Kyiv Ukraine Temple

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Kyiv Ukraine Temple
Киевский храм ЦИХСПД, Kyiv LDS.jpg
Number 134 edit data
Dedication 29 August 2010 (29 August 2010) by
Thomas S. Monson[1]
Site 12.35 acres (5 hectares)
Floor area 10,700 sq ft (990 m2)
Height 137.8 ft (42 m)
Preceded by Cebu City Philippines Temple
Followed by San Salvador El Salvador Temple
Official websiteNews & images

Coordinates: 50°24′15.04080″N 30°23′43.16639″E / 50.4041780000°N 30.3953239972°E / 50.4041780000; 30.3953239972

The Kyiv Ukraine Temple is the 134th operating temple of The Church of Jesus Christ of Latter-day Saints (LDS Church). Located in Kyiv, the capital of Ukraine, it is the 11th LDS temple in Europe, the first located within the territory of the former Soviet Union,[2] and the second in Eastern Europe (the Freiberg Germany Temple, dedicated in 1985 in the former German Democratic Republic, was the first). Announced in 1998, the temple was open to the public for a two-week open house from 7–21 August 2010.[3] The temple was dedicated on 29 August 2010 by church president Thomas S. Monson.[4][2]

The plans to build a temple in Ukraine were announced by the LDS Church on 20 July 1998.[5] However, the project was delayed for nine years as the church encountered difficulty in obtaining the three to four hectares of land it wanted for the project.[6] On 23 June 2007, ground was broken for the construction project by Paul B. Pieper, who was then the first counselor in the presidency of the church's Europe East Area.[7]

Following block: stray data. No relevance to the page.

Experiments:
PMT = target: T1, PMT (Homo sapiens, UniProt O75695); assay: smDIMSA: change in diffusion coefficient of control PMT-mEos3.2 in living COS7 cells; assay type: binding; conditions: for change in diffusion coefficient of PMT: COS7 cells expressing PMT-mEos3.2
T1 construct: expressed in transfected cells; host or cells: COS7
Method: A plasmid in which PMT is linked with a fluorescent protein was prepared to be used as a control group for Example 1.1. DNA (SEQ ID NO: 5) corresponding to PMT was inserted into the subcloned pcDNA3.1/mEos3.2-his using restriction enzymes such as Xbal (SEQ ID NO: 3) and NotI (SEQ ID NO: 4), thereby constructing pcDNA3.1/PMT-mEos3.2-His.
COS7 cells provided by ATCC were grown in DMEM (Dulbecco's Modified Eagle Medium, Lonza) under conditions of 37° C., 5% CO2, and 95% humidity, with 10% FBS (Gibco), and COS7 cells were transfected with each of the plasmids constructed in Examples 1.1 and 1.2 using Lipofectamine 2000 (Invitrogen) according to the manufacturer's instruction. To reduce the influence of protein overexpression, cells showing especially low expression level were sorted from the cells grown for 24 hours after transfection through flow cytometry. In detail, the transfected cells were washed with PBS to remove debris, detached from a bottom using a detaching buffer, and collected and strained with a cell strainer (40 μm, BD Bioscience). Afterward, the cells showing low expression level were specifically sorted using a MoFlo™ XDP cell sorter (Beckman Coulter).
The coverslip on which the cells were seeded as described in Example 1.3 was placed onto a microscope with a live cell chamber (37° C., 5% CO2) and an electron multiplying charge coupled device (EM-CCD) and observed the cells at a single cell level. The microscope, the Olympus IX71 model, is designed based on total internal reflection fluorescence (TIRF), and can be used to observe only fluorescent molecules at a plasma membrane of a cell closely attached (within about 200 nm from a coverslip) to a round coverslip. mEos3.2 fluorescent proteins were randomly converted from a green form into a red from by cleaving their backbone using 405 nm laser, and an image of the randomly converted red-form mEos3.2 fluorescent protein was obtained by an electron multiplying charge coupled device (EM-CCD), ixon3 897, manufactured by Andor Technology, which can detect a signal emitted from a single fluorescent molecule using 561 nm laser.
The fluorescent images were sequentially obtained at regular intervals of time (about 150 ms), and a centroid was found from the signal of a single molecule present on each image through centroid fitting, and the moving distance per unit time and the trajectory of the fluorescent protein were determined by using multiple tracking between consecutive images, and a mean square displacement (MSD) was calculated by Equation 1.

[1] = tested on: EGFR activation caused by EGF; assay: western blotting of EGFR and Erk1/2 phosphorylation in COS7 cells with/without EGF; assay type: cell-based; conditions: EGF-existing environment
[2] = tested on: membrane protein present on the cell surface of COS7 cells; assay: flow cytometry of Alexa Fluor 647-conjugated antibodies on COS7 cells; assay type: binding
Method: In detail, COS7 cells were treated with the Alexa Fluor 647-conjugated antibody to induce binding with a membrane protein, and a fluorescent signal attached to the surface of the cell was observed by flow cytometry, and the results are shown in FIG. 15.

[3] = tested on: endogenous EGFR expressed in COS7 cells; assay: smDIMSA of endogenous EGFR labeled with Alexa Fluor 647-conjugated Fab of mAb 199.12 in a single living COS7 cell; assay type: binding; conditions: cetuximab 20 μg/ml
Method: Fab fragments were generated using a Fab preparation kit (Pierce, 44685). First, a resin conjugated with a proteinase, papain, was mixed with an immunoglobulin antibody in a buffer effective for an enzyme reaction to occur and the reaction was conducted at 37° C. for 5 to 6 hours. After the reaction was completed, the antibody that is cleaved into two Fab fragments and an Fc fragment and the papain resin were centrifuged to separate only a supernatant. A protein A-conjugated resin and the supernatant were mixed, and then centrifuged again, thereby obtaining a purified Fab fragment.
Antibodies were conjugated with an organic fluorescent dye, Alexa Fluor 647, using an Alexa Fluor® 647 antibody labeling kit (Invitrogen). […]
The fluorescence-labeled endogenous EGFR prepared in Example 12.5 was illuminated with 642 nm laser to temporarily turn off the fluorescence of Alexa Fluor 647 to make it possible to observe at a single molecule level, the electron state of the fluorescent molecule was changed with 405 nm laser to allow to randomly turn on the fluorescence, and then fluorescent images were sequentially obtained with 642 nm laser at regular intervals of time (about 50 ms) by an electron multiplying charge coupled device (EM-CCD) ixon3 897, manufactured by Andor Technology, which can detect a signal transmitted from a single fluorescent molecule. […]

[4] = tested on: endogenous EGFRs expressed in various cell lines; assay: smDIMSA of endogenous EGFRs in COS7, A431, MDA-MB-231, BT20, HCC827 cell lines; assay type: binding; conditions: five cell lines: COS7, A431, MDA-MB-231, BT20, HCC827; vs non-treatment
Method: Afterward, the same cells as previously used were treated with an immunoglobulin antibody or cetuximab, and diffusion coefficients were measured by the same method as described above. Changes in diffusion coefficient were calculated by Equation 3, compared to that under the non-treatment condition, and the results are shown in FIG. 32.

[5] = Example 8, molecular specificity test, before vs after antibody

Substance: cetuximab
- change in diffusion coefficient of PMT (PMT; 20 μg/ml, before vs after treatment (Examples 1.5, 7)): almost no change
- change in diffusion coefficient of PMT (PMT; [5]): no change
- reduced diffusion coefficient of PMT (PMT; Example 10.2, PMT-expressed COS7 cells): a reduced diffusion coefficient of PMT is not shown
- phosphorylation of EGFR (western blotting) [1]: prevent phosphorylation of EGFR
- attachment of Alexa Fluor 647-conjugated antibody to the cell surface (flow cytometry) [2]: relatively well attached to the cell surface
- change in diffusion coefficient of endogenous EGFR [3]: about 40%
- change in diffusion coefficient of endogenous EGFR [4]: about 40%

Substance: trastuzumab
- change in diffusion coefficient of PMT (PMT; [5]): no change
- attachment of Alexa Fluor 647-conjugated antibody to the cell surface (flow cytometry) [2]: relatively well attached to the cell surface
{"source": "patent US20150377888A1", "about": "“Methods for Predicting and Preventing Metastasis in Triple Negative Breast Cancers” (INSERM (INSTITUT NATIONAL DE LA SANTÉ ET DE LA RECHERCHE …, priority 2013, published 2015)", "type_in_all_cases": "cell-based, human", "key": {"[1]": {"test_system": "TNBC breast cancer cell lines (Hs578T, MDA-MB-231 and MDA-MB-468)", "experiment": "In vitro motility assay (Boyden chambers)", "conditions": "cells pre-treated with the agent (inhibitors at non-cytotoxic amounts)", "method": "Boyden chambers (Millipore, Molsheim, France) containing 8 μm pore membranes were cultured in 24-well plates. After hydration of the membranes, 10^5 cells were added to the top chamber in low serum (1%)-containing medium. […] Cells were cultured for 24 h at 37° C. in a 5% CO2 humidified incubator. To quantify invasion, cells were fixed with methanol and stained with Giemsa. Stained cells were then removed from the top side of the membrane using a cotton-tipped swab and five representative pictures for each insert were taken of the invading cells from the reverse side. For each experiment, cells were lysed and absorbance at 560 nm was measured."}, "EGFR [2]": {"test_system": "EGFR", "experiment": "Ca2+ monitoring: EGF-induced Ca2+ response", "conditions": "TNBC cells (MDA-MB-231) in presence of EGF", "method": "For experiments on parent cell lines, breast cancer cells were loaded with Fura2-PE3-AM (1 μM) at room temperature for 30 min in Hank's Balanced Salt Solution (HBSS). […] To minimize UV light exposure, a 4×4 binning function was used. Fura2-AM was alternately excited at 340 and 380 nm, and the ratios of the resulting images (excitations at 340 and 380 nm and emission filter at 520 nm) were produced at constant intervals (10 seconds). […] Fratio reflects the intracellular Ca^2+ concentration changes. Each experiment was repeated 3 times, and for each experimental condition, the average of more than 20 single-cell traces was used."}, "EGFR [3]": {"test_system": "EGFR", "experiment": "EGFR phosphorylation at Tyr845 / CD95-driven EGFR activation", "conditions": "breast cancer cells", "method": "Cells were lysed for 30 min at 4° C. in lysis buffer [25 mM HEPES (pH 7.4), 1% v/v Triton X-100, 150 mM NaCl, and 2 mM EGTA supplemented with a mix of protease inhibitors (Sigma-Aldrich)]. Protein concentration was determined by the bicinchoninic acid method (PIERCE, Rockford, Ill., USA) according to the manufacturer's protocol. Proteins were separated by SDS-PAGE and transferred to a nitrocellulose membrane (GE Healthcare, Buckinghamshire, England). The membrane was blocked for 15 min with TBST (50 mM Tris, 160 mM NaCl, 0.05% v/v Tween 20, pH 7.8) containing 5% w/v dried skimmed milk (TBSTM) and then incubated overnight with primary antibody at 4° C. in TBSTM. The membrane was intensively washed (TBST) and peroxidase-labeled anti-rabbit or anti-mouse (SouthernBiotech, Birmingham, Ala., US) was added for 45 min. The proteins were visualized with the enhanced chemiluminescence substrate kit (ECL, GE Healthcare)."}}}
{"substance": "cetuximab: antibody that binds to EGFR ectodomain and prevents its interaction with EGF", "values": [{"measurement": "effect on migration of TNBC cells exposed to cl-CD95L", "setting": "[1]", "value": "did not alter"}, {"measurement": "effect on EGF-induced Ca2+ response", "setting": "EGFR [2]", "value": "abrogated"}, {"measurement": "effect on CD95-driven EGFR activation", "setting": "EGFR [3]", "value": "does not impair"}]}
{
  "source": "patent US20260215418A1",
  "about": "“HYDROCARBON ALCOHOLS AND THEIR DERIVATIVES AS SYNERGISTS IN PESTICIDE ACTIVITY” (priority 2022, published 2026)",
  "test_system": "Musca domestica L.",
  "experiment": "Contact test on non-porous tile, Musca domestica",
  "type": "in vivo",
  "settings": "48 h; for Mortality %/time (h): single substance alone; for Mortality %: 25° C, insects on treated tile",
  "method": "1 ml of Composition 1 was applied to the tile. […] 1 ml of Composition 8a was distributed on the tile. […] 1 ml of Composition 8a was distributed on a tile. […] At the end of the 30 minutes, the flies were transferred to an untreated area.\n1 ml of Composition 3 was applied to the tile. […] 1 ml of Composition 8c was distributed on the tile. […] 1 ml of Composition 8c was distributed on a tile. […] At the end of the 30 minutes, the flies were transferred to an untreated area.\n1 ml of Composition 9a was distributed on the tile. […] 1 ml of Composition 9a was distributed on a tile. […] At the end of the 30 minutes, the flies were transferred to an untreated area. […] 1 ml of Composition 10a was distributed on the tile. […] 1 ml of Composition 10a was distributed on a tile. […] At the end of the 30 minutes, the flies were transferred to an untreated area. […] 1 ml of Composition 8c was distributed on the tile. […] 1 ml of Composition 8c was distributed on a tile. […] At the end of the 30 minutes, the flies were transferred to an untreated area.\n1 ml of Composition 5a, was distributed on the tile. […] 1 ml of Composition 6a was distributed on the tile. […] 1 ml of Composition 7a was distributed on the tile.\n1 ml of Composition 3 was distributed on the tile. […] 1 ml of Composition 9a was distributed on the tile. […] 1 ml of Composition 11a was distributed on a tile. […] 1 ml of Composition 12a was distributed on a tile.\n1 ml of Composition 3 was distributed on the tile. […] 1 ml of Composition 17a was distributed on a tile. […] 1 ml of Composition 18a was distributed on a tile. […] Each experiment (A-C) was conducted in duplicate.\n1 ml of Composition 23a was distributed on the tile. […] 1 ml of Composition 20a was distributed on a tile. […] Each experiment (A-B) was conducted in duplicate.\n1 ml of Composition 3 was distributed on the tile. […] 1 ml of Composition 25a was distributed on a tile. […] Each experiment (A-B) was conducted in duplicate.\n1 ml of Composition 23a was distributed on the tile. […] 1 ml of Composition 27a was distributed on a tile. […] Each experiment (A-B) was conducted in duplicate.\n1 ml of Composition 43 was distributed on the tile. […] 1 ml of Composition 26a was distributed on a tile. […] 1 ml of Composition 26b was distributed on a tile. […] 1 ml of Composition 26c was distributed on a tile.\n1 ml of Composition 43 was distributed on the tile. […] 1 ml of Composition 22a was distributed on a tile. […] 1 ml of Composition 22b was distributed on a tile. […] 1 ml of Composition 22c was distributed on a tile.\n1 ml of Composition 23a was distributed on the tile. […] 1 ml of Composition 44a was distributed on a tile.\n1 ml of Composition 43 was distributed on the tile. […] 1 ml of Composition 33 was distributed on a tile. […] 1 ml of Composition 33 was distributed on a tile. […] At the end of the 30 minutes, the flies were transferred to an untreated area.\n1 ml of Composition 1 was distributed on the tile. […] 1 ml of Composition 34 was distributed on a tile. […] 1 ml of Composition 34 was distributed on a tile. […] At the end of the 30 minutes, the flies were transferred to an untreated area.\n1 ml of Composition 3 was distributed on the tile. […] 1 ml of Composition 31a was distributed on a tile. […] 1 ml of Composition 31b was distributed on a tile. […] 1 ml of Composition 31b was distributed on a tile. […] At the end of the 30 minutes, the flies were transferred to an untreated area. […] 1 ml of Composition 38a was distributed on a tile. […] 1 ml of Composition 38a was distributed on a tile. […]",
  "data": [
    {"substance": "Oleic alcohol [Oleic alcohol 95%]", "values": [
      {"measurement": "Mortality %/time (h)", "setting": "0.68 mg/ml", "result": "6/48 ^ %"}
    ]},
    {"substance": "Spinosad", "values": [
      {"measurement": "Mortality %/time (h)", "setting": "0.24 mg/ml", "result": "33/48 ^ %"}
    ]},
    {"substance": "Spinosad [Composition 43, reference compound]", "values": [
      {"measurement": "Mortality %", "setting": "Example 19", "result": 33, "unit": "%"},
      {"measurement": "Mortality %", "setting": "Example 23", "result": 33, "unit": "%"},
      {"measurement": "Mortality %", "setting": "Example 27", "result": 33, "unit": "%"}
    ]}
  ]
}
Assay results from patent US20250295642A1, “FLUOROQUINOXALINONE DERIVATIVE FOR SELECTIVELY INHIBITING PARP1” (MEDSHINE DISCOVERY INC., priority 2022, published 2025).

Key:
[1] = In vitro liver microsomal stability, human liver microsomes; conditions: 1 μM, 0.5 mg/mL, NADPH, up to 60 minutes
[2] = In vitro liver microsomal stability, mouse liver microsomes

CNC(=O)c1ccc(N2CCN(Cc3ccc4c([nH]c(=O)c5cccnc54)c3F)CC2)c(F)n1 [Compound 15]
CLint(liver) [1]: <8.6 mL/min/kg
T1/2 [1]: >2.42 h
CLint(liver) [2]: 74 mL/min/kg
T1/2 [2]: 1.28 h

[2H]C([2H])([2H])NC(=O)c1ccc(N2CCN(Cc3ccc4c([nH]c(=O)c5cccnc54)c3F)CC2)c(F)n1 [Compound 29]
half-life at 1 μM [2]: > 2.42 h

See also[edit]

Notes[edit]

  1. ^ "Kyiv Ukraine Temple Details", Church News, September 4, 2010, retrieved 2012-10-15 
  2. ^ a b Avant, Gerry (August 30, 2010), "President Monson dedicates Kyiv Ukraine Temple, first in former Soviet Union", Church News, retrieved 2012-10-15 
  3. ^ "News Story", Newsroom (LDS Church), April 21, 2010, retrieved 2012-10-15  |chapter= ignored (help)
  4. ^ Satterfield, Rick, "Kyiv Ukraine Temple", LDSChurchTemples.com, retrieved 2012-10-15 
  5. ^ "A temple in Ukraine", Church News, August 8, 1998, retrieved 2012-10-15 
  6. ^ Moore, Carrie A. (September 28, 2002), "LDS Church making inroads in Ukraine", Deseret News, retrieved 2012-10-15 
  7. ^ "Ground broken for first Eastern Europe temple", Church News, July 7, 2007, retrieved 2012-10-15 

External links[edit]